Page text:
Our primary goal was investigation of individual variation in period length. Based on data of 98 great tits from 20 broods, we first derived information on the distribution of τ within the population. We then used these phenotypic data and information on relatedness to address genotypic contributions to variation in τ. This is based on the rationale that resemblance between family members (e.g. parents and offspring, siblings) allows an estimate of the relative importance of genetic variation. Using data from genetically confirmed full siblings, we calculated broad-sense heritability (h2) to estimate the extent to which phenotypic variation is determined by genotypic variation (Conner & Hartl 2004). However, broad-sense h2 can be inflated by environmental variation (Roff 1997). We therefore used the differences in paternity to explore common-environment effects on τ. EP young share maternal origin and a common nesting environment until hand-raising with their within-pair (WP) half-siblings. If differences in τ between broods were largely owing to a common environment, there should be little difference between EP and WP young. Conversely, strong effects of paternity on τ would support high additive genetic variation and emphasize genotypic contributions of WP and EP fathers. A secondary goal of our study was an exploratory analysis of implications of period length. We therefore related, on an individual basis, findings on τ to those on chronotype and lay date in captivity.
2. Material and methods
(a) Birds and housing conditions prior to circadian experiments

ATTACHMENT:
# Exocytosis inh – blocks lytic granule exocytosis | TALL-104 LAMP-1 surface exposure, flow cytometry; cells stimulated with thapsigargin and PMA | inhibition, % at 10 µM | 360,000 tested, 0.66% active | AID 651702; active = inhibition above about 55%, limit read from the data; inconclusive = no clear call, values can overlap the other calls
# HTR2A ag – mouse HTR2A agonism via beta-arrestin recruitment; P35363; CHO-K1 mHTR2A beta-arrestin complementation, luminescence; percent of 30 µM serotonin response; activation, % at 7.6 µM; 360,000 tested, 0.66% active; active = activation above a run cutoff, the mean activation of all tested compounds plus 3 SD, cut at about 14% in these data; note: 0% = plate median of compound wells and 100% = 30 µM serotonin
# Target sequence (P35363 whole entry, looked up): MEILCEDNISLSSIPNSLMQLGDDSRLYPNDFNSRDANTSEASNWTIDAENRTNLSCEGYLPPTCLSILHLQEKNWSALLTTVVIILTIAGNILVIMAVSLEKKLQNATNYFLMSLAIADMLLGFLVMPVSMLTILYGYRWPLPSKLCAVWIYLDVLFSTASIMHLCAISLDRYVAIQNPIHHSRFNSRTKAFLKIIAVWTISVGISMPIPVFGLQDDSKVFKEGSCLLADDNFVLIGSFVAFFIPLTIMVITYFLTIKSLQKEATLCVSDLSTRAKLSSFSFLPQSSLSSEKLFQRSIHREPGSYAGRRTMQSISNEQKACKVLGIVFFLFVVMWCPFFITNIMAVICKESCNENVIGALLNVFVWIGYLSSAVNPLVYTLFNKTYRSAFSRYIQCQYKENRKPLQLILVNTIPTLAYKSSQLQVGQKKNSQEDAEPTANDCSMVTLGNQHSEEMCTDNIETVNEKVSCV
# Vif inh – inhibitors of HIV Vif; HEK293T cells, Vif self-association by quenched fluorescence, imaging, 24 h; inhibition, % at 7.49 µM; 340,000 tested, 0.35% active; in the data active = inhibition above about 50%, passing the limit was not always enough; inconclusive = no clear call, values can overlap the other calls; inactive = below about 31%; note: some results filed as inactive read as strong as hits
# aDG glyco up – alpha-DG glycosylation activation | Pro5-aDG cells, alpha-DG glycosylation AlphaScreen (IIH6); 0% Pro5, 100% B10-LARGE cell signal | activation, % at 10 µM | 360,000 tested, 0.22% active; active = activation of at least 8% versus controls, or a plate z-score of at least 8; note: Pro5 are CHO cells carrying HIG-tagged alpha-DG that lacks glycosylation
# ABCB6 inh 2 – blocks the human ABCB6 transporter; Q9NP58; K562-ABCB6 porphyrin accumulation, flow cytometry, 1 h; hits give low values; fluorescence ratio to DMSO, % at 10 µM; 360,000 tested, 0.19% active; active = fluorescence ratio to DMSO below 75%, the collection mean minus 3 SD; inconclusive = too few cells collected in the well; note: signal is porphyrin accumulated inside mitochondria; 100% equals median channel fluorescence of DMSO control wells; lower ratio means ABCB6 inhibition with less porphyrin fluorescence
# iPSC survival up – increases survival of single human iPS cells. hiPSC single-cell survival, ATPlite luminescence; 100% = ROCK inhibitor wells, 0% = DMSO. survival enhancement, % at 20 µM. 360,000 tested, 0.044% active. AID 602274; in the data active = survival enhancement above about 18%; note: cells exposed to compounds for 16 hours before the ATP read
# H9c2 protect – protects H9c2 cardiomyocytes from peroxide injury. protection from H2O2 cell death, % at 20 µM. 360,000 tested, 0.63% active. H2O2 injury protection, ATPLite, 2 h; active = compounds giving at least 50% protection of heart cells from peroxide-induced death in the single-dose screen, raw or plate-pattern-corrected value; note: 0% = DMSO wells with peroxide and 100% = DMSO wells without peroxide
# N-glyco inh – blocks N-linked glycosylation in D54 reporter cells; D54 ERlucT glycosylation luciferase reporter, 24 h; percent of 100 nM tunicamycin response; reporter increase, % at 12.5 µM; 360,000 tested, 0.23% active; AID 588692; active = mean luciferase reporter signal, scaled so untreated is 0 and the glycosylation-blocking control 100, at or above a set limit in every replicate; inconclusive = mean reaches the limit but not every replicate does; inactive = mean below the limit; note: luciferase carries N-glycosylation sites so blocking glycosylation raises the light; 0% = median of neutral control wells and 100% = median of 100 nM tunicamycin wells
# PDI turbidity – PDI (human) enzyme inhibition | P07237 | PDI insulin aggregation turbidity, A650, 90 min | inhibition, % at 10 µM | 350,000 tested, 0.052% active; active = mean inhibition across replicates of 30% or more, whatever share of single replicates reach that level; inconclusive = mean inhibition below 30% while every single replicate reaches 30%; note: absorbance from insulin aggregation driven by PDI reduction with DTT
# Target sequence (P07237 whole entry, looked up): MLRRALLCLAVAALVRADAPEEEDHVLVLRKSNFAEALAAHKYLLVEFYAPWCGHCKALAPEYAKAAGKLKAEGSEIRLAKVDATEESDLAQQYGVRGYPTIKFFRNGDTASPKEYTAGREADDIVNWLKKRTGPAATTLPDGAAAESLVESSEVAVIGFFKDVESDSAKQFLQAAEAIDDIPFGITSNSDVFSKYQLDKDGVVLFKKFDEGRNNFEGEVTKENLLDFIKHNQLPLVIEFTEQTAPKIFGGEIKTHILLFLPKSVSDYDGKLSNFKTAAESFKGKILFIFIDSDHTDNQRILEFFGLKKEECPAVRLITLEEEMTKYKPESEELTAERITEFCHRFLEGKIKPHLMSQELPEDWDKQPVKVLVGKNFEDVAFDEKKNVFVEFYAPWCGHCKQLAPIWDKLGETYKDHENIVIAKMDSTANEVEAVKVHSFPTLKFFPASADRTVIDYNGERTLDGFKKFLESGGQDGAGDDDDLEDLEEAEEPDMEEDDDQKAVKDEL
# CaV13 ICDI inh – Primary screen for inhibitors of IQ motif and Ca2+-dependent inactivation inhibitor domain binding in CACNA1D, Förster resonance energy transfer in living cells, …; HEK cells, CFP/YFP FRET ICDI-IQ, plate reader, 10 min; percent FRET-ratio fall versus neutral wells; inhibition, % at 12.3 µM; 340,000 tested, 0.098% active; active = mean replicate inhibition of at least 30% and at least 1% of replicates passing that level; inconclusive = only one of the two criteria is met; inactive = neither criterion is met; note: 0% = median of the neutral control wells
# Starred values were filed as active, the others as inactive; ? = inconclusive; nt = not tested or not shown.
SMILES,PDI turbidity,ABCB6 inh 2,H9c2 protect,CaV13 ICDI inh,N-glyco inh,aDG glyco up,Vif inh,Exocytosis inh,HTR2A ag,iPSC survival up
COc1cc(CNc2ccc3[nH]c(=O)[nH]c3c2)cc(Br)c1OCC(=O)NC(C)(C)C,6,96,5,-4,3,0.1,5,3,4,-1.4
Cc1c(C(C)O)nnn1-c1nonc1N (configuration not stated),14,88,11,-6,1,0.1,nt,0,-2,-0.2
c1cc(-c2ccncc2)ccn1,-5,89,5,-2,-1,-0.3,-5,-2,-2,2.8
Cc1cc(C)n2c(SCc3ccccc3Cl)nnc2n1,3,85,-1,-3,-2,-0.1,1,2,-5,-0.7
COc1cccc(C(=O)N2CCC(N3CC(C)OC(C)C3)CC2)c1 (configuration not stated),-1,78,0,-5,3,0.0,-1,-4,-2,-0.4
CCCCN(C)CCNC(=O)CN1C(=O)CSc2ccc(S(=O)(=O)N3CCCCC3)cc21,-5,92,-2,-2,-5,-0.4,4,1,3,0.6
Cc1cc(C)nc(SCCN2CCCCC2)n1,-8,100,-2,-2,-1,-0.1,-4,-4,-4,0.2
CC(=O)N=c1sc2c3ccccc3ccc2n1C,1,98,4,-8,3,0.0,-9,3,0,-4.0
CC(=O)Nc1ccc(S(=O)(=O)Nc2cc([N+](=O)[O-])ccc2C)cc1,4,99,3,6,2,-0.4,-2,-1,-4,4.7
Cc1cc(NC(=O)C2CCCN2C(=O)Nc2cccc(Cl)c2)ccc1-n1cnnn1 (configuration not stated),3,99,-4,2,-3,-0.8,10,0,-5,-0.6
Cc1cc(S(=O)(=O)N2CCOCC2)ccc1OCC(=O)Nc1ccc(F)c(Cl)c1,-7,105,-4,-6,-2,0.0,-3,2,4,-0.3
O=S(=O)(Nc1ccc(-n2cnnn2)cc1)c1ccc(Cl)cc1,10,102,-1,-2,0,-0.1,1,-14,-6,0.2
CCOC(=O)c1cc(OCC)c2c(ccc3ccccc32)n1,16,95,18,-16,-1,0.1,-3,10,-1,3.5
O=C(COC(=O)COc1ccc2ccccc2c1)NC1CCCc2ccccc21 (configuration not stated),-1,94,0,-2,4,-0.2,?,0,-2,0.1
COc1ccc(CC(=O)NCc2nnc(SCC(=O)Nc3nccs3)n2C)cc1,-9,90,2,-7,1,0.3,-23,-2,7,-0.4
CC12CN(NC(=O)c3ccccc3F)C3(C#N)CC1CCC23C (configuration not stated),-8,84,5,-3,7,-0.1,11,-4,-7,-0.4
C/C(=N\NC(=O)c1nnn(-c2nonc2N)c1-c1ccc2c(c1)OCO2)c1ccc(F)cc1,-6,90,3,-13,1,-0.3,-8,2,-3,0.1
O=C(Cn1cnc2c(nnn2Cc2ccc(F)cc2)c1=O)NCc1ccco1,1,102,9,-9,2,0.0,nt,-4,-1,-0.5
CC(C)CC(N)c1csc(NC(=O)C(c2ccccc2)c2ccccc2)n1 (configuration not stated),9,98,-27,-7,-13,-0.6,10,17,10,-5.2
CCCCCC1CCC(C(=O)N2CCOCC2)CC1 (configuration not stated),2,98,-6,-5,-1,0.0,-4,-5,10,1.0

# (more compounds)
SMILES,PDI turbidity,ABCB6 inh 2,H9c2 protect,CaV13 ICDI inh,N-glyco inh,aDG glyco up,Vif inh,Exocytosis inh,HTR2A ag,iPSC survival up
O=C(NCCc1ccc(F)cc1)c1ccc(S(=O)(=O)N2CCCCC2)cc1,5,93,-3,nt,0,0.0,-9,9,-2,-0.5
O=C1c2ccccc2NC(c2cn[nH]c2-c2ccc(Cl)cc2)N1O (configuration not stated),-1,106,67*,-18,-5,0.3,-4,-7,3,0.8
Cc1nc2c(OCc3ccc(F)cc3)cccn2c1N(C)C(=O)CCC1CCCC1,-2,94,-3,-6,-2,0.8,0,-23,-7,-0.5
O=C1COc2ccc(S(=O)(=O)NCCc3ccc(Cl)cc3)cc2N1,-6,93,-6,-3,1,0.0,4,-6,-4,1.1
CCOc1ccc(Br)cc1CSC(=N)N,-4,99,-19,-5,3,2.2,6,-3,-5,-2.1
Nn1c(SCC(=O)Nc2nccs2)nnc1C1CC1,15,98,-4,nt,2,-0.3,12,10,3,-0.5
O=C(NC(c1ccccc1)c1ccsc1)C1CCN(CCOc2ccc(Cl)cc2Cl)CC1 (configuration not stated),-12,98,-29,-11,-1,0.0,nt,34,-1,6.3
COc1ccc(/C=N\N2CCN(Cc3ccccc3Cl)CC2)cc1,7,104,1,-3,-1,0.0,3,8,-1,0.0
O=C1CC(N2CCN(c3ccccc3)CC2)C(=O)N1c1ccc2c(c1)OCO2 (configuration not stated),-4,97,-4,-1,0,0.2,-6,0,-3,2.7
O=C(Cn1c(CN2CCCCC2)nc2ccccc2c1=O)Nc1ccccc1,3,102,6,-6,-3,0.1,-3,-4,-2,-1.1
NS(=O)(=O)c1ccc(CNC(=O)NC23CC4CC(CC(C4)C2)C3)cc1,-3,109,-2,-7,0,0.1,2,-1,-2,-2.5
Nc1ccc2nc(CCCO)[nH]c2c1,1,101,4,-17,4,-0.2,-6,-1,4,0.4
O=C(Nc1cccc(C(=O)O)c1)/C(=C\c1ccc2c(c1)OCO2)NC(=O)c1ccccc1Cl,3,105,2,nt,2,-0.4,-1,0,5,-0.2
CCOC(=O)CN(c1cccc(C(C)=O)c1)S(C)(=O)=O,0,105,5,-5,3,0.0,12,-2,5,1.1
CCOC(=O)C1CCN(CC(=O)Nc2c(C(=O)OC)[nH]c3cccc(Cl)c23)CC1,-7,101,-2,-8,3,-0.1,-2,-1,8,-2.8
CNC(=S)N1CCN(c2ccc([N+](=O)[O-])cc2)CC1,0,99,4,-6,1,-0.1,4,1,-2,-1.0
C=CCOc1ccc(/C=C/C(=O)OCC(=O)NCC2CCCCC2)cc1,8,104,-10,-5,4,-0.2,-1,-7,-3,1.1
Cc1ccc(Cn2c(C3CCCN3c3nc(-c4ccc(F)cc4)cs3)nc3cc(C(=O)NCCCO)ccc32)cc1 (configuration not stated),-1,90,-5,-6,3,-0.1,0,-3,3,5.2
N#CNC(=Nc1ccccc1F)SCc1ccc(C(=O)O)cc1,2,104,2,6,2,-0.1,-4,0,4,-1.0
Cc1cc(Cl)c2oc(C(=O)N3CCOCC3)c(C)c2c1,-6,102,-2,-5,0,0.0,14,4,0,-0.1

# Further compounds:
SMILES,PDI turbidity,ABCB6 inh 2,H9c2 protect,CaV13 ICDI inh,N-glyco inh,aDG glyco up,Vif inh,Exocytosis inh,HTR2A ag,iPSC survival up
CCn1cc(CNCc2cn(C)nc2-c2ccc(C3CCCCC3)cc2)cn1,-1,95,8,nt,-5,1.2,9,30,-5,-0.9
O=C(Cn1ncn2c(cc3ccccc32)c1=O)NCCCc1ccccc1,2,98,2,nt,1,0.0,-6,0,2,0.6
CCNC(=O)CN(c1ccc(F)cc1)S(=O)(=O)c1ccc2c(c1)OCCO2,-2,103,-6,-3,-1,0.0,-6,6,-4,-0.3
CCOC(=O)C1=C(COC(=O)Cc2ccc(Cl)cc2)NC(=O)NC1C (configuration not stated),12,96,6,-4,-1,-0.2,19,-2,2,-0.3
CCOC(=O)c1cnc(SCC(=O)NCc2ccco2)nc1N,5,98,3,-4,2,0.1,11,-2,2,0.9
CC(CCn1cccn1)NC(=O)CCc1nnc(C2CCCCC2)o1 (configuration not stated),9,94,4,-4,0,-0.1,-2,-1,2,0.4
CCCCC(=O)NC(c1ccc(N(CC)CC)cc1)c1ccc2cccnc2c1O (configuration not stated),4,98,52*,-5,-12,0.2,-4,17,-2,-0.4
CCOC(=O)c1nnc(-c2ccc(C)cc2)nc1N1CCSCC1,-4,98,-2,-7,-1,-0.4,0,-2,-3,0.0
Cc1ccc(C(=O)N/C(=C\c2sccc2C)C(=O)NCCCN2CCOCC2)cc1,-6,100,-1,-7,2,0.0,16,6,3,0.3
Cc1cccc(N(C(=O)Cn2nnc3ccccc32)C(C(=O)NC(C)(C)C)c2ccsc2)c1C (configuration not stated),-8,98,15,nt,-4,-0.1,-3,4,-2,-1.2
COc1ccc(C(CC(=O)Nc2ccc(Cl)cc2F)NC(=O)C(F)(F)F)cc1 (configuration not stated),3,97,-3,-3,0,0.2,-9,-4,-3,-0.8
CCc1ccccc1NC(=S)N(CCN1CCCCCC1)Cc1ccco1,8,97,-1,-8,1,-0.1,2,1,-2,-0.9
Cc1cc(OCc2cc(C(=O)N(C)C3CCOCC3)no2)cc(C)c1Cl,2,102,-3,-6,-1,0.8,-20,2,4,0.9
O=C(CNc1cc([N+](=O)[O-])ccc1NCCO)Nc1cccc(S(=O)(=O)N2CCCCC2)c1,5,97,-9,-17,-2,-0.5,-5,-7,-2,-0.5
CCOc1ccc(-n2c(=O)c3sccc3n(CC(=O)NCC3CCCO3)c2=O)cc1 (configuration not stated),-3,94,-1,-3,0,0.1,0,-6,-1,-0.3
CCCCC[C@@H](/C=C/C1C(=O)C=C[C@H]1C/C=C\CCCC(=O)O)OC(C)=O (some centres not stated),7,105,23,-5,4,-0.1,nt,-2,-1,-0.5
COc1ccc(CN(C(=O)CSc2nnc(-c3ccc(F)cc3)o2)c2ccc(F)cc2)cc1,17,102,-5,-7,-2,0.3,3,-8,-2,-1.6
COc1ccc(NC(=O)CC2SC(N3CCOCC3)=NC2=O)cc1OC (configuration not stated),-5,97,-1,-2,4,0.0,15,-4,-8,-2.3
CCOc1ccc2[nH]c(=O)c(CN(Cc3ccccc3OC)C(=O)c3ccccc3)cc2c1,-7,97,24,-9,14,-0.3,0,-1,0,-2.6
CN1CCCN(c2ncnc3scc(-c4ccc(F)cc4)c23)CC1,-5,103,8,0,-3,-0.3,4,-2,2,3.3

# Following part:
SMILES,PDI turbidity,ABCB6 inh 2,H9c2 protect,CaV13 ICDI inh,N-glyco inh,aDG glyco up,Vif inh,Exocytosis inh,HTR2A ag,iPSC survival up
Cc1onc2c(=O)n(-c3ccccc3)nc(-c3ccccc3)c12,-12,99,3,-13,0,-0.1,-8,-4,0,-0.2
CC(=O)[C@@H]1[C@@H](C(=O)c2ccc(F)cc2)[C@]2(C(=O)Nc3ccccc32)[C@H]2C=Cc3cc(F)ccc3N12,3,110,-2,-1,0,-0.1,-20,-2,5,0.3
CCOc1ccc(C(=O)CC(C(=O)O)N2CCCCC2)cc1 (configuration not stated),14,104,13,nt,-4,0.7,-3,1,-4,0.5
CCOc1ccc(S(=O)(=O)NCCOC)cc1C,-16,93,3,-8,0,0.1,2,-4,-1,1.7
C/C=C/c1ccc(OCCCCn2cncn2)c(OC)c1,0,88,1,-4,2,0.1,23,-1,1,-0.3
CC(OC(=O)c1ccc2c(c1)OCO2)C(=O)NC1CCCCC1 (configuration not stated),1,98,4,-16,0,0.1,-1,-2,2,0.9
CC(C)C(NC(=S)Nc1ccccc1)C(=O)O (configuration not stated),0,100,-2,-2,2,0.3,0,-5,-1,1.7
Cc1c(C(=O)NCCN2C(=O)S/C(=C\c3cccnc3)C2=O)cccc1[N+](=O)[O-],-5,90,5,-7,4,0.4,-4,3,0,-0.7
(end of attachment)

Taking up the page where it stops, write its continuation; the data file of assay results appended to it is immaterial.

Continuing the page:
Great tits were collected in spring of 2005 and 2006 in the Hoge Veluwe study population (52°05′ N, 05°50′ E) of the Netherlands Institute of Ecology (NIOO-KNAW) as entire broods at day 10 after hatching. Parents were caught prior to removing the brood and blood-sampled to obtain a DNA sample. The nestlings were transported to the NIOO-KNAW and hand-raised and housed as described elsewhere (Drent et al. 2003). Young birds were paired in December and were allowed to breed and moult in 2 × 2 × 2 m aviaries (see Visser et al. 2009 for a description). All seasonal activities were closely monitored, and for the 86 birds that initiated broods, exact lay dates are known. Temperatures were controlled and recorded every 10 min. Aviaries were illuminated by artificial light. From December until the beginning of circadian experiments, photoperiod was increased twice a week following the natural, local increase in day length (i.e. exposing birds to daily LD cycles from a minimum of 7.45 L : 16.15 D to a maximum of 16.30 L : 7.30 D at the winter and summer solstice, respectively). The main sources of light were two ‘True Light’ high-frequency fluorescent tubes, and additional natural light was provided using a tubular daylighting device (SolaTube) that was opened and closed when the True Light tubes were turned on and off, respectively. In combination, this provided about 700 lux at perch level. For half an hour before the True Light tubes were switched on, and half an hour after they were turned off, an 8 W light bulb mimicked dusk and dawn.